Lee school board moves to terminate newly opened charter school in Fort Myers

Fort Myers News-Press |Pamela McCabe | September 16, 2020

The website for the Collegiate School of Fort Myers boasts of offering a “rigorous research-based college preparatory” experience where every child in the K-8 charter school would get its own iPad and learn in a “sanitary and safe environment.”

But that’s not what district officials found on recent site visits that left them feeling uneasy, disturbed and heartbroken.

“I served as a school-based administrator for approximately 18 years, and I will tell you, walking into the learning environment, it was one of the most disturbing that I’ve seen,” said Denise Carlin, executive director of school development for elementary schools.

Carlin was among three district staff members to offer testimony that led to the Lee school board terminating the school’s charter contract Wednesday, signaling that the school district will take over the operations of the school. 

The employees spoke of filthy classrooms, a kitchen where food was left out to spoil and a teacher, doubling as acting principal, who had to stand in a hallway to supervise two classrooms of students because there weren’t enough adults to go around.

Representatives of the Collegiate School of Fort Myers could not be reached for comment Wednesday.

Teri Cannady, who oversees the district’s 24 charter schools, explained that the Collegiate School of Fort Myers was one of three new charters set to open this fall. Although the other two delayed their openings due to COVID-19, Collegiate Academic Enterprises of Fort Myers Corp. forged ahead with its plans.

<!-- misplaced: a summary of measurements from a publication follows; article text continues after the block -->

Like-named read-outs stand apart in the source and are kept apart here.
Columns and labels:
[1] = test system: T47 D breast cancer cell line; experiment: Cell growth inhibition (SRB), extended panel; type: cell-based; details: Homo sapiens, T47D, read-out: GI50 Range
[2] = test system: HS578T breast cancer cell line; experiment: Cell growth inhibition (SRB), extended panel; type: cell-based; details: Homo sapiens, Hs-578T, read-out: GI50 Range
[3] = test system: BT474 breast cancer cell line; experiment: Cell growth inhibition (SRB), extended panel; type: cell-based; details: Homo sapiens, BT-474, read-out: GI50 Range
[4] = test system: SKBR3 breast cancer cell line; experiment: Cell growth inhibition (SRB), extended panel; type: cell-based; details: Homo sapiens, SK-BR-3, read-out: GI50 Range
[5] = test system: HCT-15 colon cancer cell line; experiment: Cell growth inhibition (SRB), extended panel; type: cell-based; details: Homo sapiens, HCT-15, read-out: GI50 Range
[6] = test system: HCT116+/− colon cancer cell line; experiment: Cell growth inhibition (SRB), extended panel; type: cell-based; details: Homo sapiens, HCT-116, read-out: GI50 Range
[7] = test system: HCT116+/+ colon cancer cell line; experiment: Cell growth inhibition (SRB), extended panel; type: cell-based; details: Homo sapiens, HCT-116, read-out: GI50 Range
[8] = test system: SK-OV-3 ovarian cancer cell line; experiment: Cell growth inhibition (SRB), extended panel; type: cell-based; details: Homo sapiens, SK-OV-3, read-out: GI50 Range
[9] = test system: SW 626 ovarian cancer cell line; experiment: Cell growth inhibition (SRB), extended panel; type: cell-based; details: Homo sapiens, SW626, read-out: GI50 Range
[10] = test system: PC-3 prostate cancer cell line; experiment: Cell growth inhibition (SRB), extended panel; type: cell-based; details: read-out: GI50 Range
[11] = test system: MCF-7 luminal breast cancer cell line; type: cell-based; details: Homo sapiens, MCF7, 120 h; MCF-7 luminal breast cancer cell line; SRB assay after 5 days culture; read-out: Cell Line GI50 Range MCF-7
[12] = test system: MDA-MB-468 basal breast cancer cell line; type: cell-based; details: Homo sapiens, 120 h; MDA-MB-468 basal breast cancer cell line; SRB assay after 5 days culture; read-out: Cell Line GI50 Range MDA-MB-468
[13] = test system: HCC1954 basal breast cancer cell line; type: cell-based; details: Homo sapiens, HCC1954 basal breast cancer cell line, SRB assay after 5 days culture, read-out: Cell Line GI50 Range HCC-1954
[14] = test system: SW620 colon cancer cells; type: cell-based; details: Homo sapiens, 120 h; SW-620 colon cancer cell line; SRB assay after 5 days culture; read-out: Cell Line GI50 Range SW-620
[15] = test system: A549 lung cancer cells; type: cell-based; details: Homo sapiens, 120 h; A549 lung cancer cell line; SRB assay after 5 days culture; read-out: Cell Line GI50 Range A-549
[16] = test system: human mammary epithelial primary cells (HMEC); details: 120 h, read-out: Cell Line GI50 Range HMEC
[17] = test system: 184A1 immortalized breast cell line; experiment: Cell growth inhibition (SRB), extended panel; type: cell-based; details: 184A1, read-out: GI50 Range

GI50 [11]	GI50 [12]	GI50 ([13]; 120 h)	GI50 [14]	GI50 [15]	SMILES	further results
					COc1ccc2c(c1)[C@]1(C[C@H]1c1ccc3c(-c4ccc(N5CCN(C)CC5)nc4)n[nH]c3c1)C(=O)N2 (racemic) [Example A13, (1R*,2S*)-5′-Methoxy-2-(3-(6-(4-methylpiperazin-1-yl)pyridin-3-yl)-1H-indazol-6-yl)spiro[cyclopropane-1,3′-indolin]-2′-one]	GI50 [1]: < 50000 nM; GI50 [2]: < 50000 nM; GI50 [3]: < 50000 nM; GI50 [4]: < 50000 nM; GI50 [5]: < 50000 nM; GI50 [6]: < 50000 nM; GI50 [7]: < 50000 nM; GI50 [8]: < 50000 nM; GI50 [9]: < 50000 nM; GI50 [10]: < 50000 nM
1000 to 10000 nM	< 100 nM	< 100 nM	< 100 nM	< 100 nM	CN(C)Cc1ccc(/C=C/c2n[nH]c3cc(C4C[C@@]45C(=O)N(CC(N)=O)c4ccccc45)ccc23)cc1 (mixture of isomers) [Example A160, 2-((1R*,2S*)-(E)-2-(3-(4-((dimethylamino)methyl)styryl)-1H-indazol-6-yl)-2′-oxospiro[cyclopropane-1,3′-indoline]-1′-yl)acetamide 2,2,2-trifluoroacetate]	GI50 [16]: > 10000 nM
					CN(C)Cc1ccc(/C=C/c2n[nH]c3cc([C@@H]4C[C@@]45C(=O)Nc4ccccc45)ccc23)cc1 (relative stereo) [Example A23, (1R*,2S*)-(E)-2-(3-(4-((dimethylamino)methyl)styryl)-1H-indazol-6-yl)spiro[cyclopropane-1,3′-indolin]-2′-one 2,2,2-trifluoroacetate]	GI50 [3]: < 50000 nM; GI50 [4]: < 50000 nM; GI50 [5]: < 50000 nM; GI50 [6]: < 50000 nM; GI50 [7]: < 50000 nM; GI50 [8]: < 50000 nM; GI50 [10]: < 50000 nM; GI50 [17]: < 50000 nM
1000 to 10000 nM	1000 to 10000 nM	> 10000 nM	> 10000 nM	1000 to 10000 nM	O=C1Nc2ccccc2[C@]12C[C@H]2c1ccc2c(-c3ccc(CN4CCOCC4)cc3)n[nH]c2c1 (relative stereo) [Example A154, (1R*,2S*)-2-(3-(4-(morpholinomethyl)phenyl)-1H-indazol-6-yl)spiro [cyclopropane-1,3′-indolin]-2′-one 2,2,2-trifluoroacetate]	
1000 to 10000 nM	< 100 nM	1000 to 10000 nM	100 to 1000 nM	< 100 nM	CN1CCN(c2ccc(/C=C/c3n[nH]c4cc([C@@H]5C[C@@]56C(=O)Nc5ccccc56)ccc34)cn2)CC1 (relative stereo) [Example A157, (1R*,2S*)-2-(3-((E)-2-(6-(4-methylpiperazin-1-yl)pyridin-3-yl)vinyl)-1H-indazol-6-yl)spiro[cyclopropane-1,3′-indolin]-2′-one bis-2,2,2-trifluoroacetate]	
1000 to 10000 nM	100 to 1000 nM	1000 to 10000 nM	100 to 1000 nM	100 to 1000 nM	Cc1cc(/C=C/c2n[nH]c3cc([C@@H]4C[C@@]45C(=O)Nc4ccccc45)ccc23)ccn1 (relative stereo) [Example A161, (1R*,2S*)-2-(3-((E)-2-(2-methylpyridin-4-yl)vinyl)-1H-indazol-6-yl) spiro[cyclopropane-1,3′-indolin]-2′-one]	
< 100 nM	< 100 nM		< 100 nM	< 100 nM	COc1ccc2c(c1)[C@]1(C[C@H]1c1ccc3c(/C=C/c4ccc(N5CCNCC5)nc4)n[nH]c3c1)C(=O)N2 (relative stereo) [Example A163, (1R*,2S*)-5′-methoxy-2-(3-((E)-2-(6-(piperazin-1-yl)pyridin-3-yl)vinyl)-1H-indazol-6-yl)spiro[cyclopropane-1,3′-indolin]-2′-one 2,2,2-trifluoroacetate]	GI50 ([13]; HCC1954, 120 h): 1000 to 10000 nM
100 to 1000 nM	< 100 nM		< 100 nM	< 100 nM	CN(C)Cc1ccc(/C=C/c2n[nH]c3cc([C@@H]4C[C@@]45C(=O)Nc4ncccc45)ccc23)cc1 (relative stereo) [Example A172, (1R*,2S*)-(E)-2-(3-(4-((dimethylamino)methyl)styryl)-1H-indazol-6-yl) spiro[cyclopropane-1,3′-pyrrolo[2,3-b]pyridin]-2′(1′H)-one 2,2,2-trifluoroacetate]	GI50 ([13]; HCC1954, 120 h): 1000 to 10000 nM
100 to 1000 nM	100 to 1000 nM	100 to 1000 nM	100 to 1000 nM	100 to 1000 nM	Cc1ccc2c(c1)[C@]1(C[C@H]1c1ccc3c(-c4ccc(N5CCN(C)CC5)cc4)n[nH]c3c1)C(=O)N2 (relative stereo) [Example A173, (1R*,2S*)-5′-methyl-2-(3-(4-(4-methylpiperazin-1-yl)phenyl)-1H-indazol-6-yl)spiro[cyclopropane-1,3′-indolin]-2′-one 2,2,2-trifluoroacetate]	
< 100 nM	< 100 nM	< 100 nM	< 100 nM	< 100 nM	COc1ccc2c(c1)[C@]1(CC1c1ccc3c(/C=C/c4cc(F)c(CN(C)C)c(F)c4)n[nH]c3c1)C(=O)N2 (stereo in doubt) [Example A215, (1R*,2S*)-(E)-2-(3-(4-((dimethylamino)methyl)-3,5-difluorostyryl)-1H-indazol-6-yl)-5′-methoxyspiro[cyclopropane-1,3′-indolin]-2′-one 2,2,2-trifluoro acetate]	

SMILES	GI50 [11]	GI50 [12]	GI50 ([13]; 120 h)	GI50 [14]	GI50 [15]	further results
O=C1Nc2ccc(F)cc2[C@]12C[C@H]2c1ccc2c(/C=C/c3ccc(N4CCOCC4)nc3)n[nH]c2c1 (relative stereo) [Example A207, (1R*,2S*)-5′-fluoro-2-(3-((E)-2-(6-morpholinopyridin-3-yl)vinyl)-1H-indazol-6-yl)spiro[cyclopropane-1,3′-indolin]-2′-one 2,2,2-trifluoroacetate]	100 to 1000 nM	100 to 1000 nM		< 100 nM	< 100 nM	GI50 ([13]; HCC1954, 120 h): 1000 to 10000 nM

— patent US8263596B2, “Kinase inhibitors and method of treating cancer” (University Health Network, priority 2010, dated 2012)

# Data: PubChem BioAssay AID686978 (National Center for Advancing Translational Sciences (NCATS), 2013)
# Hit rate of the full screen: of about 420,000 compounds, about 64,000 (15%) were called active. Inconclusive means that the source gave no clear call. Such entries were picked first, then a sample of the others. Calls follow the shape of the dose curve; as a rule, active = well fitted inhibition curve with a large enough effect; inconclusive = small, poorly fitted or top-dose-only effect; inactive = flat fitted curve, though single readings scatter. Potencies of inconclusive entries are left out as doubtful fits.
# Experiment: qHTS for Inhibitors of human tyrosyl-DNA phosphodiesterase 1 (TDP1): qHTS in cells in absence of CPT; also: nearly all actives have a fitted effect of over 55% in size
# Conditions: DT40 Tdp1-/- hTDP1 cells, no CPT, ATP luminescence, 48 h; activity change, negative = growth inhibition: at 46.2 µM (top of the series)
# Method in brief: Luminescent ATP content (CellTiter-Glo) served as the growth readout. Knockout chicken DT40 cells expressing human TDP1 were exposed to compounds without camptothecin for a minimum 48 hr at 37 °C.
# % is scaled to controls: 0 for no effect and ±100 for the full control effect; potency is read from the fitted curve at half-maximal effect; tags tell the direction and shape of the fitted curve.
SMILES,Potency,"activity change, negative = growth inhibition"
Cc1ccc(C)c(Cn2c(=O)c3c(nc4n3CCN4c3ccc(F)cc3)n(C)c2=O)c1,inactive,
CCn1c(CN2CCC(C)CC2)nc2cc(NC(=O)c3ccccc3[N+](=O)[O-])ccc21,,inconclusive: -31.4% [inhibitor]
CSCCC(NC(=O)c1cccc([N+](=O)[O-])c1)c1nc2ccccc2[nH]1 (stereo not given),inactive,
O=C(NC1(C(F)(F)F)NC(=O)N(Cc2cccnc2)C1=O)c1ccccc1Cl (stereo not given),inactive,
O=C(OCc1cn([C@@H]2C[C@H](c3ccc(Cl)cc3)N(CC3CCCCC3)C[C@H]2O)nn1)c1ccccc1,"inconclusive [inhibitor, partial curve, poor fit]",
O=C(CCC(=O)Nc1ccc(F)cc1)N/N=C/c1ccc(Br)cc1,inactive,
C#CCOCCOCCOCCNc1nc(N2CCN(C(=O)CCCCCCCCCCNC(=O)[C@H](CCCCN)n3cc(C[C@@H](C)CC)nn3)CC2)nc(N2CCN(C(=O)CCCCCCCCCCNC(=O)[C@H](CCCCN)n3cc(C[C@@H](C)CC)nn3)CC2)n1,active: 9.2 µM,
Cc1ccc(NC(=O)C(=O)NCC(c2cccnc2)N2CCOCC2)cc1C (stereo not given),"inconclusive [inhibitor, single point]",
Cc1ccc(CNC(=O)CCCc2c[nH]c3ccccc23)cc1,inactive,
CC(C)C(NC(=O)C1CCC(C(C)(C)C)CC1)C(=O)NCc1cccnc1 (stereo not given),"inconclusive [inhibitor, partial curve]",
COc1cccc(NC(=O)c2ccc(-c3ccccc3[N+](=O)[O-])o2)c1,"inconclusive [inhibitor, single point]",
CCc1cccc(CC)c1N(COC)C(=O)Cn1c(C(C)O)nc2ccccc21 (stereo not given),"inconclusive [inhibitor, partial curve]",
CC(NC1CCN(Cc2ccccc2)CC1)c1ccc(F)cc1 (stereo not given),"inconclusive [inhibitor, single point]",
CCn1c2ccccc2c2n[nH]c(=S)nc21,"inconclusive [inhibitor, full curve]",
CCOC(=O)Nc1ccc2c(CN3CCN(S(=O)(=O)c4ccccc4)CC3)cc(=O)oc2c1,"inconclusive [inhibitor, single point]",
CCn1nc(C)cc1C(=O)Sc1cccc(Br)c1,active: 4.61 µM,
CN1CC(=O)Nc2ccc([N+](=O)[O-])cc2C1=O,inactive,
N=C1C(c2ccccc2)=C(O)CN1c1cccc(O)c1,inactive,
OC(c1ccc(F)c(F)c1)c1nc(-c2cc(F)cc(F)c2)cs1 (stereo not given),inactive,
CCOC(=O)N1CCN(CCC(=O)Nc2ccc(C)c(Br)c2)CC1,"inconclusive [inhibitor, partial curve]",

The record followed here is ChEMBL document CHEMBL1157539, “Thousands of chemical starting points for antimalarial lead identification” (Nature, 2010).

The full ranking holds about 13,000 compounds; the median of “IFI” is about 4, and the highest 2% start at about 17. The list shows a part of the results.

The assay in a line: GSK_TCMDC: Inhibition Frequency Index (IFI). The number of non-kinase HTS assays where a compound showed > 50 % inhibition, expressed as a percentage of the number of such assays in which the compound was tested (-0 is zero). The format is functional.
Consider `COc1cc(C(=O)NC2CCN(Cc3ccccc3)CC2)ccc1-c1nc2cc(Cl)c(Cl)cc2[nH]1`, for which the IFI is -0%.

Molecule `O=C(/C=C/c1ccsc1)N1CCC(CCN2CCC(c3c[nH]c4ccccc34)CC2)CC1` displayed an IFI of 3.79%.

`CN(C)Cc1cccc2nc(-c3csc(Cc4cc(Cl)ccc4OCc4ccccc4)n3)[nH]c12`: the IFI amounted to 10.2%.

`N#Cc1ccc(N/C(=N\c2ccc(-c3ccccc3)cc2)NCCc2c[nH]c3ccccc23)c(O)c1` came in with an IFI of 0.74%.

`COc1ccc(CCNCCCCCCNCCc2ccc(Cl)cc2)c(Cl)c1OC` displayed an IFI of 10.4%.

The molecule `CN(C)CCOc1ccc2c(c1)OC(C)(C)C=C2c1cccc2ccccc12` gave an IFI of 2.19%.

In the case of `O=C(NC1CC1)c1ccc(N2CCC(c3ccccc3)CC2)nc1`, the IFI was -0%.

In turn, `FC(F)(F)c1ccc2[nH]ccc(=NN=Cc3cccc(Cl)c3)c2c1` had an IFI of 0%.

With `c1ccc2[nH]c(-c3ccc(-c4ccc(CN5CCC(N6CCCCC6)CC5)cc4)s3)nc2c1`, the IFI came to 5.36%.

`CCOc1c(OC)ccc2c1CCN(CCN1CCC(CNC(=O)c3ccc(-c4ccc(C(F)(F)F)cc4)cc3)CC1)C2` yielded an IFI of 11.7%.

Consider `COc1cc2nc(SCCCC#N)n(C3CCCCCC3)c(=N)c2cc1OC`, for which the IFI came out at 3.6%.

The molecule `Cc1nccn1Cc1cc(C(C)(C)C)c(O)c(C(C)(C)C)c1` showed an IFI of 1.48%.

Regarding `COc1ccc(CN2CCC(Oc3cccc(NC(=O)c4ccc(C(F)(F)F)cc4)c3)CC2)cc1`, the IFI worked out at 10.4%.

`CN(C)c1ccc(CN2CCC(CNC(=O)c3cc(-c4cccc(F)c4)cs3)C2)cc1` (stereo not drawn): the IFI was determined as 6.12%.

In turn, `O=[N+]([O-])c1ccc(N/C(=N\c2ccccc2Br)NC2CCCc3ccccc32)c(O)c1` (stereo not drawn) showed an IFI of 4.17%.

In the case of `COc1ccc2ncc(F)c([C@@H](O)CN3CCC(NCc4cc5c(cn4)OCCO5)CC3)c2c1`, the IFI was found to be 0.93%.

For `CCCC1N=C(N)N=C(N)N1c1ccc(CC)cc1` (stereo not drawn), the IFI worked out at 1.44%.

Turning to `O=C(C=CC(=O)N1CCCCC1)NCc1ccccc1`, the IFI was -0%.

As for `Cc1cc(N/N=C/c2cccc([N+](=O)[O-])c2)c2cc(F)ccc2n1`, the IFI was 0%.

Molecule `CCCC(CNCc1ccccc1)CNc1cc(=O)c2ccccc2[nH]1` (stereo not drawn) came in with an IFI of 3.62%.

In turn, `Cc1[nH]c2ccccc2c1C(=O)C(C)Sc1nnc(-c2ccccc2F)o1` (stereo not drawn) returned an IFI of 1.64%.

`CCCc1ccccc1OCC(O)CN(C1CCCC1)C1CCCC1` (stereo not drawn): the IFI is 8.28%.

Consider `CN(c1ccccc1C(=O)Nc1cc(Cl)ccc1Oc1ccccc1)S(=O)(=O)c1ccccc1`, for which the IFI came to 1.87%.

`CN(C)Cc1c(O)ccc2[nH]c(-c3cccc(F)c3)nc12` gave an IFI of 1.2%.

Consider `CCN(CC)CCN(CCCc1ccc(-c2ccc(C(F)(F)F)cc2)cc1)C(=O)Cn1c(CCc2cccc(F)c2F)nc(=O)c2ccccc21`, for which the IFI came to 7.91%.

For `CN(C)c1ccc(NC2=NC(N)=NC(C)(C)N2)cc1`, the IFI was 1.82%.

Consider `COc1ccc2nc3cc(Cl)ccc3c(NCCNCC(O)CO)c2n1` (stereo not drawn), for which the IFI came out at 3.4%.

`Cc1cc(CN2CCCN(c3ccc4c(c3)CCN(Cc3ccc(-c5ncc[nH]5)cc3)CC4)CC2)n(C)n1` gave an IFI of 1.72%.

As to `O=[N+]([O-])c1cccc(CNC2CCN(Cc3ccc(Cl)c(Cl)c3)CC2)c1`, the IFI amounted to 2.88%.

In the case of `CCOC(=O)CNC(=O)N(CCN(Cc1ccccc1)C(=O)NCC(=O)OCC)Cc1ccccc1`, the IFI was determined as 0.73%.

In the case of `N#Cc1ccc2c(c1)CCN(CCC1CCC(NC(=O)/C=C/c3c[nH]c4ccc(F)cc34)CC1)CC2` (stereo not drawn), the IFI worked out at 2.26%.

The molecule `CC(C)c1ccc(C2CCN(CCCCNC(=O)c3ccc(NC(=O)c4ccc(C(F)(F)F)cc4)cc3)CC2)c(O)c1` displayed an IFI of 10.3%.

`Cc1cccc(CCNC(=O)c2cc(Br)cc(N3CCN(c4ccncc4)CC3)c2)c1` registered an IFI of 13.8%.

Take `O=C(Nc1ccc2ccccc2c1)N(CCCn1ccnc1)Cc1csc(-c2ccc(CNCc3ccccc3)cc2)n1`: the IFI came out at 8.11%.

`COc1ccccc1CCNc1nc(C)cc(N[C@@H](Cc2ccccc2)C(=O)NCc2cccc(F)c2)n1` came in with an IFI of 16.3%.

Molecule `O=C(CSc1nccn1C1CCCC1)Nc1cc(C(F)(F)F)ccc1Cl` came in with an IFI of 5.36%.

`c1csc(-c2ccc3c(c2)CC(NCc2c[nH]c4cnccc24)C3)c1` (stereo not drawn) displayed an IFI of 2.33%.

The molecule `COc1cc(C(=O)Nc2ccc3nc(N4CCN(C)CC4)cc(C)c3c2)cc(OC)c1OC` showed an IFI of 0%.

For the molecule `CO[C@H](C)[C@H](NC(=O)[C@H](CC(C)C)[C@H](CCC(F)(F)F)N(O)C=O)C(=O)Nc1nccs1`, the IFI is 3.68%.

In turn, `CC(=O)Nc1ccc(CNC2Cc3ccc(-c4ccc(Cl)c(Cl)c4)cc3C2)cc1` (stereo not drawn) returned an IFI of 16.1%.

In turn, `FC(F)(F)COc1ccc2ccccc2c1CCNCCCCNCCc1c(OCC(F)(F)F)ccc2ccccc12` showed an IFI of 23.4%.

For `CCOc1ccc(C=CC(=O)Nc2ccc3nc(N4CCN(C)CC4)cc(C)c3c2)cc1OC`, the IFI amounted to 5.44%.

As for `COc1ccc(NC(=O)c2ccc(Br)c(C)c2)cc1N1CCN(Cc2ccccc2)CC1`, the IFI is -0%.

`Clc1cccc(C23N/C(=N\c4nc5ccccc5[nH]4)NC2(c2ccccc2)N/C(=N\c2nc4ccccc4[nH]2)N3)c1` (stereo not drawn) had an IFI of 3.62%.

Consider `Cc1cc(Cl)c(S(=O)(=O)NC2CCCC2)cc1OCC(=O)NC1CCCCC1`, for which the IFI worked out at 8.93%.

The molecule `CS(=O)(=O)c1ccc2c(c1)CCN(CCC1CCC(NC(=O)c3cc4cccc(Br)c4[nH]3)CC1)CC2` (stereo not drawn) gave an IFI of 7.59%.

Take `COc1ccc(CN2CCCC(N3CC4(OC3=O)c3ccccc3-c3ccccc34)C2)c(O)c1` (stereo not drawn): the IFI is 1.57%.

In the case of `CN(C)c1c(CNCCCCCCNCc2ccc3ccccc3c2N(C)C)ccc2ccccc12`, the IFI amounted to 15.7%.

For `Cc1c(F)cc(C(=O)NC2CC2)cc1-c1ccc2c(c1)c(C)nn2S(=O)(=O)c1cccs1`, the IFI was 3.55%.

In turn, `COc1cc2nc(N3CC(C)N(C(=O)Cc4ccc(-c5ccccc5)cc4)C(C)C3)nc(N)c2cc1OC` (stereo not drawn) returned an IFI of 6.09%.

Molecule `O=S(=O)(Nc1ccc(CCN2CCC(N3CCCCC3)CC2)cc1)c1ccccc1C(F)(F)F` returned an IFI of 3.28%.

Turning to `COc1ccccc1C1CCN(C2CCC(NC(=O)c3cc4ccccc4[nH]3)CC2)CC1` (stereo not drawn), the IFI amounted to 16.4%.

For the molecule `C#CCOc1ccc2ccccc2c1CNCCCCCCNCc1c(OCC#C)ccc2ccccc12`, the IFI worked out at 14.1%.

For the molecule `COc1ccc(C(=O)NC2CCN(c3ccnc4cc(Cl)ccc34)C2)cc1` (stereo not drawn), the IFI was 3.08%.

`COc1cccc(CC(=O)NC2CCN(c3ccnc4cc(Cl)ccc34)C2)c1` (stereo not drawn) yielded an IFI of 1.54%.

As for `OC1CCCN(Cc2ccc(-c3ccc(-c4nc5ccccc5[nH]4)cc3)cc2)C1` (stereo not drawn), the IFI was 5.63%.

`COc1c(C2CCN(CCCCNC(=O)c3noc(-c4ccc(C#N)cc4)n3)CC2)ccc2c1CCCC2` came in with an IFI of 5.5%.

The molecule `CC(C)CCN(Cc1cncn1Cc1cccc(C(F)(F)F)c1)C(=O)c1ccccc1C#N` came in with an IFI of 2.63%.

But deadlines kept getting missed during the summer, Cannady said.

“Multiple district staff were attempting to provide assistance” to help the school open, she said, but emails and phone calls went unanswered and points of contacts kept changing at the school.

It was only when she threatened to hold back a check for student enrollment that tasks seemed to get done, like adding information to the website, completing insurance paperwork and submitting a COVID-related opening plan to the district.

“They started, and they got a lot of things done, but they didn’t get everything done,” Cannady said. “And, today, we still don’t know who is on their governing board.”

The contacts listed in the school’s charter application do not match the names on the school’s website. In addition to trying to open a school in Lee County, the governing board reported on its application that it was also applying to open three other schools in the state:

  • “The Collegiate School” in Palm Beach County
  • “Universal Academy” in Pinellas County
  • “The Collegiate School” in Broward County

It is unclear where these other schools stand.

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